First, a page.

The Price of Glory
Many have looked on suffering—both in the world and in their lives—and concluded that there cannot be a loving, almighty God. Christianity, even while proclaiming that such a God exists, has never shrunk from the reality of suffering—indeed, at its core is a loving, almighty God who does not stand aloof, but who in Christ entered the world and Himself suffered for our sake. In His infinite love, more than anyone else He is able to identify with us in our suffering; in His infinite power, more than anyone else He is able to transform it and us with it.
Christians have suffered persecution for their faith throughout Christian history—from the apostles to those who this very day in various parts of the world have been made to choose between their faith and their lives. One such true story is told in Silence, a recent Martin Scorsese film based on a 1966 book of the same name by Shusaku Endo. In the film, word has reached two young sixteenth-century Catholic priests in Portugal that their mentor, Ferreira, a missionary in Japan, has gone missing. They travel there to find out what has become of him. They discover in Japan a network of Christians hiding from a chieftain they call the Inquisitor, who is striving to destroy what he considers a foreign and dangerous religion. The priests learn that Ferreira was captured by the Inquisitor and forced to watch as his converts were tortured until he eventually renounced his faith; they too are found and subjected to the same torment. The film explores their anguish at this moral dilemma and God’s seeming silence in the midst of their sufferings and desperate prayers.
At times, I wept as I watched. Partly because of the grief of seeing such pain. Partly because of the joy of seeing faith so sincere—the villagers submitted to be tortured, believing Christ when He said that “whoever loses his life for my sake will find it” and loving Him more than they loved this world. And I wept partly because I wondered whether, in the pressure of the reality of the moment, I would be willing to give up everything, as they did, to follow Christ.
Take up your cross
As Christians, we strive to be like Christ. Much of what the Bible teaches us to do is framed in reference to Christ’s actions. We love one another because Christ first loved us. We love our enemies and do good to those who hate us, for Christ loved us while we were still sinners and enemies of God. We forgive one another because Christ first forgave us. We serve one another, for the Son of Man came not to be served but to serve. And, as Christ gave up the riches and splendor of heaven, emptied Himself of His glory, lived the sinless life that we could not and died for us the death that was the wages of our sin—as He took up a cross and died on it for us, He bids us take up our cross. He bids us be ready to give up all to follow Him: our pride, our comfort, our money, perhaps our lives.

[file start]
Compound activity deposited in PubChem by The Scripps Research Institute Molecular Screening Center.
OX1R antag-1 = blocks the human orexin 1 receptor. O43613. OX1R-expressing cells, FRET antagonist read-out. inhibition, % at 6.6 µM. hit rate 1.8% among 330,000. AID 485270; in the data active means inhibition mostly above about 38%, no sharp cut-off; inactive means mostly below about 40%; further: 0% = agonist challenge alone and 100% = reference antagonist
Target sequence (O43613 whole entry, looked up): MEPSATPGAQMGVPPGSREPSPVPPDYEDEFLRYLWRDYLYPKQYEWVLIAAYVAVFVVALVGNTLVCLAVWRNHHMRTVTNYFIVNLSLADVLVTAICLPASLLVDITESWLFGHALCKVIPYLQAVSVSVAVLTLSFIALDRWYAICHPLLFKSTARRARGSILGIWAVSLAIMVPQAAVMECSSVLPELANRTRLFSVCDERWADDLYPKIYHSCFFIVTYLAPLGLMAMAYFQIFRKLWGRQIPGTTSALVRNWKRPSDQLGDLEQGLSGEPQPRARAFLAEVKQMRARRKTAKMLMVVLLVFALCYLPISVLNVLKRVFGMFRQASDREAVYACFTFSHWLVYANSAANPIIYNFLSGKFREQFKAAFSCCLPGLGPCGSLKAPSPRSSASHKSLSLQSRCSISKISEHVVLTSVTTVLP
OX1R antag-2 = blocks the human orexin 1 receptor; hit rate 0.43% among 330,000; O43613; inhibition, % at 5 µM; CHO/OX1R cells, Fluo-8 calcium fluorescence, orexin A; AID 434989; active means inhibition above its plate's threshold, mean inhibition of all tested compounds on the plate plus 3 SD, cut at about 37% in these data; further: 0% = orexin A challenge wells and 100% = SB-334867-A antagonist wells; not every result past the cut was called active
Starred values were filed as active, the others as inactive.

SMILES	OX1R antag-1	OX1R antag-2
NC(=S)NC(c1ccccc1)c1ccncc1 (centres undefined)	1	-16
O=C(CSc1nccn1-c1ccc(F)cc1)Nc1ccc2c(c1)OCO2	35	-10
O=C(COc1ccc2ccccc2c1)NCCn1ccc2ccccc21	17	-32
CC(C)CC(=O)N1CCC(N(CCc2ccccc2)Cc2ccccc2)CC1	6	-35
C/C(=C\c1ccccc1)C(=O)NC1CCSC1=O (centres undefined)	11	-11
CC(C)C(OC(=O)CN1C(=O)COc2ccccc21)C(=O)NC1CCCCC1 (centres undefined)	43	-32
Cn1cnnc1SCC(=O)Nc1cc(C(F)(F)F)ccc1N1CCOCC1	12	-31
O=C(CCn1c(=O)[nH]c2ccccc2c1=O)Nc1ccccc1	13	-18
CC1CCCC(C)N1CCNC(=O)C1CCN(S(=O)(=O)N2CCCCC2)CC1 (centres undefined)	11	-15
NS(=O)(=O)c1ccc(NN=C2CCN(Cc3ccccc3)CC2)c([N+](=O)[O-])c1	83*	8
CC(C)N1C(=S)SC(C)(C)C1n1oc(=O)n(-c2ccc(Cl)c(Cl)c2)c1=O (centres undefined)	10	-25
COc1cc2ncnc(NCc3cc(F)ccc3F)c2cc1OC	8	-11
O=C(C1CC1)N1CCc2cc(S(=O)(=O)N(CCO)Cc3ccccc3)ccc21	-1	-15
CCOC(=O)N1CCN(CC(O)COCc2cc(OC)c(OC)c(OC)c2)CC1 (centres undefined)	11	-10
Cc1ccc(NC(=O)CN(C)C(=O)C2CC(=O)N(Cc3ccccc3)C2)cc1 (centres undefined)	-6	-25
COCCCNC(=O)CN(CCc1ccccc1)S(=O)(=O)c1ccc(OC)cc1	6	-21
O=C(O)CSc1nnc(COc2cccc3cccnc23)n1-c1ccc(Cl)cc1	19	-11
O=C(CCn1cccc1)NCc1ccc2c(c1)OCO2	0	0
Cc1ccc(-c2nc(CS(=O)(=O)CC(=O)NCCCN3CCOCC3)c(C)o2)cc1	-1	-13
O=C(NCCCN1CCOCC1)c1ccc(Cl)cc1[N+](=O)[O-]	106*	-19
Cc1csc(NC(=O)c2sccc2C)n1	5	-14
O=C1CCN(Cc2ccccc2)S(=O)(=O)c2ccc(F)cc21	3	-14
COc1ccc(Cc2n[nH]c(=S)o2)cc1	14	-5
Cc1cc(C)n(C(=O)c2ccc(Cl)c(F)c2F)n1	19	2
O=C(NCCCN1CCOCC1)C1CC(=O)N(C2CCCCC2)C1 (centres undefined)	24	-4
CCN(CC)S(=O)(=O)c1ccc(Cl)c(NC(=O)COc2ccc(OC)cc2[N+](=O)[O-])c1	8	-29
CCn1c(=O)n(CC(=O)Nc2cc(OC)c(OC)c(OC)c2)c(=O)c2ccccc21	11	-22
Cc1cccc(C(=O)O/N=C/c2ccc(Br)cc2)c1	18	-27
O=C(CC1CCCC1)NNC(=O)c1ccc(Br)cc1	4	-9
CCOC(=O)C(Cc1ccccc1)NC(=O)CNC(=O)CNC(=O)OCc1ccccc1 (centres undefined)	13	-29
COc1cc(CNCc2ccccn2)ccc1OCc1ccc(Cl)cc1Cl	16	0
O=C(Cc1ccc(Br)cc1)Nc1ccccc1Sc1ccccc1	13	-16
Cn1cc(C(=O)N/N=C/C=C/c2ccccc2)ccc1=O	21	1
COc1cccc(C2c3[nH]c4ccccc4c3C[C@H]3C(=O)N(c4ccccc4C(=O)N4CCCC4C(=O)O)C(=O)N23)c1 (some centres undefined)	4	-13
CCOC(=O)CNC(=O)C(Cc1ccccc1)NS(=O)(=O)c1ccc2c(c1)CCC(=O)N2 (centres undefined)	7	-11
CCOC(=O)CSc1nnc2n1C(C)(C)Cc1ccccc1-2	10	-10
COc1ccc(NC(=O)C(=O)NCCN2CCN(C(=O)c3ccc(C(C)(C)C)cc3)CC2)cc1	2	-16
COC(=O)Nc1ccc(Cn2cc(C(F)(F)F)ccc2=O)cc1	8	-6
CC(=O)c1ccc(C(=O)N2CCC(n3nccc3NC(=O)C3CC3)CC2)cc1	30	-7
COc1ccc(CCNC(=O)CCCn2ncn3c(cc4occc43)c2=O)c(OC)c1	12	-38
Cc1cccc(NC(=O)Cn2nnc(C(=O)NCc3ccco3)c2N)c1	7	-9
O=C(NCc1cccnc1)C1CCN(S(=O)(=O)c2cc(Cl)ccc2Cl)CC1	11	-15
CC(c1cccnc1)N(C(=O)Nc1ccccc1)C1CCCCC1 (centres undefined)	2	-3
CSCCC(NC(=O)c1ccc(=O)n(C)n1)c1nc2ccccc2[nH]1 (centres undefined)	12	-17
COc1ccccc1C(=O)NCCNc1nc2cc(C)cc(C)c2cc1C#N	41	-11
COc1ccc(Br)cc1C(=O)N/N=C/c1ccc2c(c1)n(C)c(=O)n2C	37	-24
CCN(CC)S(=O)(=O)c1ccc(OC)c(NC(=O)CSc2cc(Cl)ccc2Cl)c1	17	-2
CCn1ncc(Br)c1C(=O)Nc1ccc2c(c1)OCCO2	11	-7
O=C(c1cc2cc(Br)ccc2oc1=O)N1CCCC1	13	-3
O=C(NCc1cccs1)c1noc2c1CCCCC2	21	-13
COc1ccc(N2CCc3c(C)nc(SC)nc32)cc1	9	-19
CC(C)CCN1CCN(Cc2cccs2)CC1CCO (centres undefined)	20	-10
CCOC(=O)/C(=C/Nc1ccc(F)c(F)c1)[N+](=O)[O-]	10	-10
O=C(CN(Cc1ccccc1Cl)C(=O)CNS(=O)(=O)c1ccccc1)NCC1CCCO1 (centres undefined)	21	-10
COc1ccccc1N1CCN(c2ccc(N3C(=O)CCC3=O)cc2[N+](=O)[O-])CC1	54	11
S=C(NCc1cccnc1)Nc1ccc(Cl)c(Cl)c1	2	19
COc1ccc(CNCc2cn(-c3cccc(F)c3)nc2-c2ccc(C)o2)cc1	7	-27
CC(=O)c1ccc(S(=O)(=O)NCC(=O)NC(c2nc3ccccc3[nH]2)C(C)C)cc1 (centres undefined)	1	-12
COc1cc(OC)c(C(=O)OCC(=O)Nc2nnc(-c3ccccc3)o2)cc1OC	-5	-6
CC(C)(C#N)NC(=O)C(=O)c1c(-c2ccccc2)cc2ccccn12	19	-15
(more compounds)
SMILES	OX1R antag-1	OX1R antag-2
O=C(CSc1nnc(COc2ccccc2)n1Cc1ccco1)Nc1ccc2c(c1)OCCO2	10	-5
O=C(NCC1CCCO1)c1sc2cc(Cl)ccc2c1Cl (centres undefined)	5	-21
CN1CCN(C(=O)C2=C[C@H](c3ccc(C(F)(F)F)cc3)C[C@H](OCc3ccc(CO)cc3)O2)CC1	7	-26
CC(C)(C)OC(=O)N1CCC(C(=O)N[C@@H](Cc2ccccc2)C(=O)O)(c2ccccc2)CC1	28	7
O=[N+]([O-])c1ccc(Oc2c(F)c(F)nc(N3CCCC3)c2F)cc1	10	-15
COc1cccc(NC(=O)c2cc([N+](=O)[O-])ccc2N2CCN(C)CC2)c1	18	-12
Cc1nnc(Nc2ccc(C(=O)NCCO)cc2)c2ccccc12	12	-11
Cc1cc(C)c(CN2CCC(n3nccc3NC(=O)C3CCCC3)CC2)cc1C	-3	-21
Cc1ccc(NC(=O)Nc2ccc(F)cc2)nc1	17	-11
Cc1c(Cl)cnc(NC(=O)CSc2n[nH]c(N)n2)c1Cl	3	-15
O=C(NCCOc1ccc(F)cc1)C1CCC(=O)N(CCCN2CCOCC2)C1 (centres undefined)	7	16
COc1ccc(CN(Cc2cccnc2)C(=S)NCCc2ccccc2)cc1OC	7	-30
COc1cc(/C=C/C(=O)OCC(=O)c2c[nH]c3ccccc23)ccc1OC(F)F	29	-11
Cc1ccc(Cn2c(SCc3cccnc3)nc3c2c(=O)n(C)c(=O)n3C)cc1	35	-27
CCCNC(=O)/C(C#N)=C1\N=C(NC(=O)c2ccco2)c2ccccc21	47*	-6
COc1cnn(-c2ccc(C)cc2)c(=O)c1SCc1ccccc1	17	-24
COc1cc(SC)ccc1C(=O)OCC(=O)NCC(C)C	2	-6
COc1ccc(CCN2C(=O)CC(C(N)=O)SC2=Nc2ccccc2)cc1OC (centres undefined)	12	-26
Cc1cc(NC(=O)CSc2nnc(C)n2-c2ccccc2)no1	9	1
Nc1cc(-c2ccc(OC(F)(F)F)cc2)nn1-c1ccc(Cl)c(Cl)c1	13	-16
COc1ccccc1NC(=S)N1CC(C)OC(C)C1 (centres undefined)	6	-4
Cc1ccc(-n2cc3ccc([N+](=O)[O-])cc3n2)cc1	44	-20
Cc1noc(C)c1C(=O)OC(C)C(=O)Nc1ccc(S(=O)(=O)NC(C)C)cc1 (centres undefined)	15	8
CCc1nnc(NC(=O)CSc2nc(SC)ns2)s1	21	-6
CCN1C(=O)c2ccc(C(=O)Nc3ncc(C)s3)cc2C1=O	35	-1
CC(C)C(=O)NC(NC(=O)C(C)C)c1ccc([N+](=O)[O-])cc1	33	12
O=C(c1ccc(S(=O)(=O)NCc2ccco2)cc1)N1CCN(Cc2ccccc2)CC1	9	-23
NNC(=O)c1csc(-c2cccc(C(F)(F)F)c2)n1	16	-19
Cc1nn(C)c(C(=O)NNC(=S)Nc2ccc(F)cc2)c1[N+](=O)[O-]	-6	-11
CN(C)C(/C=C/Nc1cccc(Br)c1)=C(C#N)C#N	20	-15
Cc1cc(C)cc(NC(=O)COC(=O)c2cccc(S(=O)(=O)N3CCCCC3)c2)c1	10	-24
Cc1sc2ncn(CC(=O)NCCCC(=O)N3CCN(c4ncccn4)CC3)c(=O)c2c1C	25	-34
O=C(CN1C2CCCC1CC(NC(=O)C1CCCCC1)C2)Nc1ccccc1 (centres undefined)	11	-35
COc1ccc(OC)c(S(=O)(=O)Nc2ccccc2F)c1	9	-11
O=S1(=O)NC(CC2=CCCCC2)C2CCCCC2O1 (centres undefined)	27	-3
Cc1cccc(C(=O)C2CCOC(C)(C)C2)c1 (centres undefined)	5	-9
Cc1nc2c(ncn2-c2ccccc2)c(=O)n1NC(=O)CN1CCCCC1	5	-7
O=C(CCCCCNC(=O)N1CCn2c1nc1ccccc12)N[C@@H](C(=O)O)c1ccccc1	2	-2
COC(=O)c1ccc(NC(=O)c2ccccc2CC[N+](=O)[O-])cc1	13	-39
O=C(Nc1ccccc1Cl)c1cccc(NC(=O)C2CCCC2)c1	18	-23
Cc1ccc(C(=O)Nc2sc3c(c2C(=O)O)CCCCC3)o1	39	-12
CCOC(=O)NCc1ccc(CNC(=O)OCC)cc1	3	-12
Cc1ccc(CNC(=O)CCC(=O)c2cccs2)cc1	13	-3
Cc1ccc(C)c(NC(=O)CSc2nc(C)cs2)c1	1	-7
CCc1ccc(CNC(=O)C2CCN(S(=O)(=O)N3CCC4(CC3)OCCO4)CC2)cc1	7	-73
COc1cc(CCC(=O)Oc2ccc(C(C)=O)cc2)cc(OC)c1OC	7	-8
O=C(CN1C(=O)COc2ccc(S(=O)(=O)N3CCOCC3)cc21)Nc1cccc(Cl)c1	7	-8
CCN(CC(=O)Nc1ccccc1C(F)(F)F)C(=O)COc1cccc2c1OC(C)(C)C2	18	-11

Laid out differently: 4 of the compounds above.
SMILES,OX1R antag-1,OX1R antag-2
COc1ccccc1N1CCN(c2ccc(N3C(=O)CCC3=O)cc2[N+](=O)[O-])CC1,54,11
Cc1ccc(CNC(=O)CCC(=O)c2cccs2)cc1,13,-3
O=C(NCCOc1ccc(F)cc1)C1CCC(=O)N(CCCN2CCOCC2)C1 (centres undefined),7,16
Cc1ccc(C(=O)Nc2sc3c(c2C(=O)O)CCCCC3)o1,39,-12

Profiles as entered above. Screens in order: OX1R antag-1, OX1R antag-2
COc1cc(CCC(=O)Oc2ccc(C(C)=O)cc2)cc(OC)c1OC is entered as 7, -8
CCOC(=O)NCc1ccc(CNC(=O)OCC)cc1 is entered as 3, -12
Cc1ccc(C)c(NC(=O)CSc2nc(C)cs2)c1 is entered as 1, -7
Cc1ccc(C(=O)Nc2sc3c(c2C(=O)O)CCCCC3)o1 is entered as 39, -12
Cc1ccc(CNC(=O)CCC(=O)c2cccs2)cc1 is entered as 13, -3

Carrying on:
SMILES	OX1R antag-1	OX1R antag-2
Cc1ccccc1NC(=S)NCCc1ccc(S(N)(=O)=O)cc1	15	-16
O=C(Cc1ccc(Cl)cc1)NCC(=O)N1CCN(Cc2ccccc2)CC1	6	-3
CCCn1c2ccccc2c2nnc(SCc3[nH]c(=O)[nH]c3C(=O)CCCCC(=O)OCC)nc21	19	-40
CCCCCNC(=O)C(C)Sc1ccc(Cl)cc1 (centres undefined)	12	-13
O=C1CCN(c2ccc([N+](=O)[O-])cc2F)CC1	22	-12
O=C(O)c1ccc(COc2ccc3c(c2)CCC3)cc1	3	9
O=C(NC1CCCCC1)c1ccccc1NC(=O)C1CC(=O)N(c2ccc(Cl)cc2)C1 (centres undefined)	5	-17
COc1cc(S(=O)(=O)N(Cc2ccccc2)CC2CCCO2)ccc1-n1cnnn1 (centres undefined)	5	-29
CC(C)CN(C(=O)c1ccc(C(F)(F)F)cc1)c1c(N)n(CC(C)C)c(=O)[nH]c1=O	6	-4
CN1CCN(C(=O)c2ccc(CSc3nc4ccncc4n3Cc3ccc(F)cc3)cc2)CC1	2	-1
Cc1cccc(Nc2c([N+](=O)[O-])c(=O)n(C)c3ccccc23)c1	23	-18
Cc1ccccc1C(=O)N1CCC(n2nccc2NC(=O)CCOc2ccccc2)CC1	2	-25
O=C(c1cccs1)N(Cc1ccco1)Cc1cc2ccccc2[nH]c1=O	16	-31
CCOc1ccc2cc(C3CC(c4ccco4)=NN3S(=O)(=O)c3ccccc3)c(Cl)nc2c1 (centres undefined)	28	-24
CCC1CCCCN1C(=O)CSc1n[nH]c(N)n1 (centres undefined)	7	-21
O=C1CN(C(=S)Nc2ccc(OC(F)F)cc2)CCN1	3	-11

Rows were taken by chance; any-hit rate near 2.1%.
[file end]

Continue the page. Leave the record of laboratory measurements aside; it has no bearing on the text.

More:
We are fortunate that we live in a society in which we do not encounter anything close to the kind of persecution that so many Christians through history have faced. But we still live in a world fundamentally hostile to the message of the gospel and we everyday must make the choice between following Christ and following our passions and the things of this world.
Jesus talked often about the cost of being His disciple. He likened following Him to a person who decided to build a tower. Jesus asked: would not that person first make a budget and determine whether he had the money to complete it? It would be most embarrassing if he had to abandon it unfinished. So it is with those who want to follow Christ. We must count the cost and be ready to surrender all to Him. Otherwise, we may find ourselves like the rich young man who Jesus told to give away his possessions to the poor, that he might have treasures in heaven, and then follow Him. When the man heard this he went away sad, for he was very wealthy. He loved his money more than he loved Jesus. How often, I thought, have I been like that rich young man, holding too tightly to the treasures of this world, things that moth and rust will destroy, instead of striving to store up for myself the imperishable treasures of heaven? How often have I left undone those things I ought to have done and done those things which I ought not to have done?
How often have I wavered before the narrow road that leads to life because it seemed too hard to follow Jesus—when I gave in again too easily to sin though I knew full well that nothing is hidden from God’s sight, or when I did not speak up when I witnessed wrong, or when I failed to recognize Christ in the faces of the needy I did not help? If I am not careful, I thought, I may find myself honoring Him with my lips though my heart is far from Him.
So, as I watched Silence and saw the actions of those who willingly laid down their lives for the Lord who laid down His life for them, I was moved and challenged. I remembered the apostles, who in the fifth chapter of the book of Acts were imprisoned by the authorities for preaching and healing in the name of Jesus. An angel released them at night, sending them back to the temple courts to continue their preaching. There they were arrested and brought before the Sanhedrin, where they were interrogated and flogged. Then we are told something that has always stood out to me: “the apostles left the Sanhedrin, rejoicing because they had been counted worthy of suffering disgrace for the Name.” They did not merely endure the pain—they found reason to rejoice in it. And not only did they rejoice— they considered it an honor to suffer disgrace for the sake of Christ. What would it look like if we went out into the world with this mindset? How much less would we fear those who can kill the body but cannot kill the soul? How much more freely would we share our faith? How much less would we feel burdened by what people think of us?